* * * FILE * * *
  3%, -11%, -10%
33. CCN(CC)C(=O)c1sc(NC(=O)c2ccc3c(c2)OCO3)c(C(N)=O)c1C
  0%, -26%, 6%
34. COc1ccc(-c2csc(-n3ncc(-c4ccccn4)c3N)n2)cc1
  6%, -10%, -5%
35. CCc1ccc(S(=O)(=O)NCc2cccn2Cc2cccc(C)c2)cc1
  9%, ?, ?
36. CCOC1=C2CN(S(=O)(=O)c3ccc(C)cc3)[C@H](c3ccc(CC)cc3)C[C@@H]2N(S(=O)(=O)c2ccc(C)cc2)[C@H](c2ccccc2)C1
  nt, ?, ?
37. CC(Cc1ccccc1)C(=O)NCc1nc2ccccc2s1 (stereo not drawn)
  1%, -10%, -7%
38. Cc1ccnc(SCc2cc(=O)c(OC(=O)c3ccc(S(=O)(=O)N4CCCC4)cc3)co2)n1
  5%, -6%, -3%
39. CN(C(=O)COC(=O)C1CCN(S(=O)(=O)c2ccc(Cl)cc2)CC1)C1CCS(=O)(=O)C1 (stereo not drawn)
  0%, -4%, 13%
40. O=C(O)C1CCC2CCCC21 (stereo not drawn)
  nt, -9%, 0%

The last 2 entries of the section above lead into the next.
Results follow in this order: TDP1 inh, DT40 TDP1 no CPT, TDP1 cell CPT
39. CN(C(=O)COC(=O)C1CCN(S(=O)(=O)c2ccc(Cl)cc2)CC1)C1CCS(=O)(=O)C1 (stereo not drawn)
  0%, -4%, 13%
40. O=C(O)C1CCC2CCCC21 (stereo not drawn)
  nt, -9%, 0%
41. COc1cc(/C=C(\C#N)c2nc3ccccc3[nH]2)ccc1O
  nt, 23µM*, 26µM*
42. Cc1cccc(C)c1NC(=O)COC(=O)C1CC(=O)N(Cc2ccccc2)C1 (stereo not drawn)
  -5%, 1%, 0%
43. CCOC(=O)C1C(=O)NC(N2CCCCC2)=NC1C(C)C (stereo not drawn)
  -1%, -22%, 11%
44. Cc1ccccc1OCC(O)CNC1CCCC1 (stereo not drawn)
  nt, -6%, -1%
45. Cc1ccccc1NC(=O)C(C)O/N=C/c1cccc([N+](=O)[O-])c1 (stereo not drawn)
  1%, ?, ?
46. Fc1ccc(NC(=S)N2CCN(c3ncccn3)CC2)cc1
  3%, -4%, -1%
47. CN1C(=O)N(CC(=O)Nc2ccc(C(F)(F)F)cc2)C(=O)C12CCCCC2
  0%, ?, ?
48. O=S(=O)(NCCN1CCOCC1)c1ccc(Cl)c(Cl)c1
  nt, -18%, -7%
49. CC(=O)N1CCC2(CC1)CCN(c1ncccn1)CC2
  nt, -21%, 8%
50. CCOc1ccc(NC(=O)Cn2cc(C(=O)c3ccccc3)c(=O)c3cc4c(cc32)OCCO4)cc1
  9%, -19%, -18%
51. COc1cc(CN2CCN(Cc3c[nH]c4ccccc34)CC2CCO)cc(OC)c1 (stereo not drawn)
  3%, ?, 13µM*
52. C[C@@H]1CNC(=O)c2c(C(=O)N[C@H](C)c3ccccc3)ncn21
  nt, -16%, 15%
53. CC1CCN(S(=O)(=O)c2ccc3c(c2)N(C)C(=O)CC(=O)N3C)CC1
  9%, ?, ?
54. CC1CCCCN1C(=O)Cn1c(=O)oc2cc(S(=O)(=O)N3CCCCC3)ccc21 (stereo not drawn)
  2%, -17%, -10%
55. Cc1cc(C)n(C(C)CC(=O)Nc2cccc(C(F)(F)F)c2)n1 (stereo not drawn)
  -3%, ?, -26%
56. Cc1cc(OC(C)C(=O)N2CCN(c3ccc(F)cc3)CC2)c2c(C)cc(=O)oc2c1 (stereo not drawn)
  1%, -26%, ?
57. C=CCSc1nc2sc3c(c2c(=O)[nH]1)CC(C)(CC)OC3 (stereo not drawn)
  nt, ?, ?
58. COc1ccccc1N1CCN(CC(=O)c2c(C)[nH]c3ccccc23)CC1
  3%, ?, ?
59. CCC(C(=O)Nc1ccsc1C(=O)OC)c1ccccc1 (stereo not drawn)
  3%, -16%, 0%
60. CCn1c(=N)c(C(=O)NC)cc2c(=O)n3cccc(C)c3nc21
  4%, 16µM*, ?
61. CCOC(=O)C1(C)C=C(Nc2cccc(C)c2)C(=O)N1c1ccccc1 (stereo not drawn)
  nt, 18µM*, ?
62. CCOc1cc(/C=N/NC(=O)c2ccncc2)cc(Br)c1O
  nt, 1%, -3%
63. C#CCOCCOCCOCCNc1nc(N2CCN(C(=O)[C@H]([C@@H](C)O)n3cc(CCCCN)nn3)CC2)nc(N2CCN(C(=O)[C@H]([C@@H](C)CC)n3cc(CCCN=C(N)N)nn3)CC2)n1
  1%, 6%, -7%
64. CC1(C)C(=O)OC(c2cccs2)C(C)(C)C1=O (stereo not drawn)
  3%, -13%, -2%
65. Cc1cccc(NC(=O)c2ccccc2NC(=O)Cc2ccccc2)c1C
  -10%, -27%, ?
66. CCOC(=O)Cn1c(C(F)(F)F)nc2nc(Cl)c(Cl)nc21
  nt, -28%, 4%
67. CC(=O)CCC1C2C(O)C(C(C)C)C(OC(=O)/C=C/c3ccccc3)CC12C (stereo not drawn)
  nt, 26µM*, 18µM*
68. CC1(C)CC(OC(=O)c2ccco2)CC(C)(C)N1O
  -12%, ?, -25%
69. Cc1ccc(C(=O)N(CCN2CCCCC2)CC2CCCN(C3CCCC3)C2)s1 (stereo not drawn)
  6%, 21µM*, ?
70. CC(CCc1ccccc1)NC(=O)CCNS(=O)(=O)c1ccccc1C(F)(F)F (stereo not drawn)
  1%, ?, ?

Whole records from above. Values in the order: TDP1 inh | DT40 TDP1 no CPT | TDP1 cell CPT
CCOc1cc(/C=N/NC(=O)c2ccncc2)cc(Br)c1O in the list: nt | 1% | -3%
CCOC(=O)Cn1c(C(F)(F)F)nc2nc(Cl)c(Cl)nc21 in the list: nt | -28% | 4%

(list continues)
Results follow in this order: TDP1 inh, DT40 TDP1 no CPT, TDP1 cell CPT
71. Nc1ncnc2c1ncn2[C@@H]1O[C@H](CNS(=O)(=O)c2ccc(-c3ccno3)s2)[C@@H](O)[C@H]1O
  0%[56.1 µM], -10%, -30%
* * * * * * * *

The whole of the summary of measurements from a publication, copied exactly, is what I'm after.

  3%, -11%, -10%
33. CCN(CC)C(=O)c1sc(NC(=O)c2ccc3c(c2)OCO3)c(C(N)=O)c1C
  0%, -26%, 6%
34. COc1ccc(-c2csc(-n3ncc(-c4ccccn4)c3N)n2)cc1
  6%, -10%, -5%
35. CCc1ccc(S(=O)(=O)NCc2cccn2Cc2cccc(C)c2)cc1
  9%, ?, ?
36. CCOC1=C2CN(S(=O)(=O)c3ccc(C)cc3)[C@H](c3ccc(CC)cc3)C[C@@H]2N(S(=O)(=O)c2ccc(C)cc2)[C@H](c2ccccc2)C1
  nt, ?, ?
37. CC(Cc1ccccc1)C(=O)NCc1nc2ccccc2s1 (stereo not drawn)
  1%, -10%, -7%
38. Cc1ccnc(SCc2cc(=O)c(OC(=O)c3ccc(S(=O)(=O)N4CCCC4)cc3)co2)n1
  5%, -6%, -3%
39. CN(C(=O)COC(=O)C1CCN(S(=O)(=O)c2ccc(Cl)cc2)CC1)C1CCS(=O)(=O)C1 (stereo not drawn)
  0%, -4%, 13%
40. O=C(O)C1CCC2CCCC21 (stereo not drawn)
  nt, -9%, 0%

The last 2 entries of the section above lead into the next.
Results follow in this order: TDP1 inh, DT40 TDP1 no CPT, TDP1 cell CPT
39. CN(C(=O)COC(=O)C1CCN(S(=O)(=O)c2ccc(Cl)cc2)CC1)C1CCS(=O)(=O)C1 (stereo not drawn)
  0%, -4%, 13%
40. O=C(O)C1CCC2CCCC21 (stereo not drawn)
  nt, -9%, 0%
41. COc1cc(/C=C(\C#N)c2nc3ccccc3[nH]2)ccc1O
  nt, 23µM*, 26µM*
42. Cc1cccc(C)c1NC(=O)COC(=O)C1CC(=O)N(Cc2ccccc2)C1 (stereo not drawn)
  -5%, 1%, 0%
43. CCOC(=O)C1C(=O)NC(N2CCCCC2)=NC1C(C)C (stereo not drawn)
  -1%, -22%, 11%
44. Cc1ccccc1OCC(O)CNC1CCCC1 (stereo not drawn)
  nt, -6%, -1%
45. Cc1ccccc1NC(=O)C(C)O/N=C/c1cccc([N+](=O)[O-])c1 (stereo not drawn)
  1%, ?, ?
46. Fc1ccc(NC(=S)N2CCN(c3ncccn3)CC2)cc1
  3%, -4%, -1%
47. CN1C(=O)N(CC(=O)Nc2ccc(C(F)(F)F)cc2)C(=O)C12CCCCC2
  0%, ?, ?
48. O=S(=O)(NCCN1CCOCC1)c1ccc(Cl)c(Cl)c1
  nt, -18%, -7%
49. CC(=O)N1CCC2(CC1)CCN(c1ncccn1)CC2
  nt, -21%, 8%
50. CCOc1ccc(NC(=O)Cn2cc(C(=O)c3ccccc3)c(=O)c3cc4c(cc32)OCCO4)cc1
  9%, -19%, -18%
51. COc1cc(CN2CCN(Cc3c[nH]c4ccccc34)CC2CCO)cc(OC)c1 (stereo not drawn)
  3%, ?, 13µM*
52. C[C@@H]1CNC(=O)c2c(C(=O)N[C@H](C)c3ccccc3)ncn21
  nt, -16%, 15%
53. CC1CCN(S(=O)(=O)c2ccc3c(c2)N(C)C(=O)CC(=O)N3C)CC1
  9%, ?, ?
54. CC1CCCCN1C(=O)Cn1c(=O)oc2cc(S(=O)(=O)N3CCCCC3)ccc21 (stereo not drawn)
  2%, -17%, -10%
55. Cc1cc(C)n(C(C)CC(=O)Nc2cccc(C(F)(F)F)c2)n1 (stereo not drawn)
  -3%, ?, -26%
56. Cc1cc(OC(C)C(=O)N2CCN(c3ccc(F)cc3)CC2)c2c(C)cc(=O)oc2c1 (stereo not drawn)
  1%, -26%, ?
57. C=CCSc1nc2sc3c(c2c(=O)[nH]1)CC(C)(CC)OC3 (stereo not drawn)
  nt, ?, ?
58. COc1ccccc1N1CCN(CC(=O)c2c(C)[nH]c3ccccc23)CC1
  3%, ?, ?
59. CCC(C(=O)Nc1ccsc1C(=O)OC)c1ccccc1 (stereo not drawn)
  3%, -16%, 0%
60. CCn1c(=N)c(C(=O)NC)cc2c(=O)n3cccc(C)c3nc21
  4%, 16µM*, ?
61. CCOC(=O)C1(C)C=C(Nc2cccc(C)c2)C(=O)N1c1ccccc1 (stereo not drawn)
  nt, 18µM*, ?
62. CCOc1cc(/C=N/NC(=O)c2ccncc2)cc(Br)c1O
  nt, 1%, -3%
63. C#CCOCCOCCOCCNc1nc(N2CCN(C(=O)[C@H]([C@@H](C)O)n3cc(CCCCN)nn3)CC2)nc(N2CCN(C(=O)[C@H]([C@@H](C)CC)n3cc(CCCN=C(N)N)nn3)CC2)n1
  1%, 6%, -7%
64. CC1(C)C(=O)OC(c2cccs2)C(C)(C)C1=O (stereo not drawn)
  3%, -13%, -2%
65. Cc1cccc(NC(=O)c2ccccc2NC(=O)Cc2ccccc2)c1C
  -10%, -27%, ?
66. CCOC(=O)Cn1c(C(F)(F)F)nc2nc(Cl)c(Cl)nc21
  nt, -28%, 4%
67. CC(=O)CCC1C2C(O)C(C(C)C)C(OC(=O)/C=C/c3ccccc3)CC12C (stereo not drawn)
  nt, 26µM*, 18µM*
68. CC1(C)CC(OC(=O)c2ccco2)CC(C)(C)N1O
  -12%, ?, -25%
69. Cc1ccc(C(=O)N(CCN2CCCCC2)CC2CCCN(C3CCCC3)C2)s1 (stereo not drawn)
  6%, 21µM*, ?
70. CC(CCc1ccccc1)NC(=O)CCNS(=O)(=O)c1ccccc1C(F)(F)F (stereo not drawn)
  1%, ?, ?

Whole records from above. Values in the order: TDP1 inh | DT40 TDP1 no CPT | TDP1 cell CPT
CCOc1cc(/C=N/NC(=O)c2ccncc2)cc(Br)c1O in the list: nt | 1% | -3%
CCOC(=O)Cn1c(C(F)(F)F)nc2nc(Cl)c(Cl)nc21 in the list: nt | -28% | 4%

(list continues)
Results follow in this order: TDP1 inh, DT40 TDP1 no CPT, TDP1 cell CPT
71. Nc1ncnc2c1ncn2[C@@H]1O[C@H](CNS(=O)(=O)c2ccc(-c3ccno3)s2)[C@@H](O)[C@H]1O
  0%[56.1 µM], -10%, -30%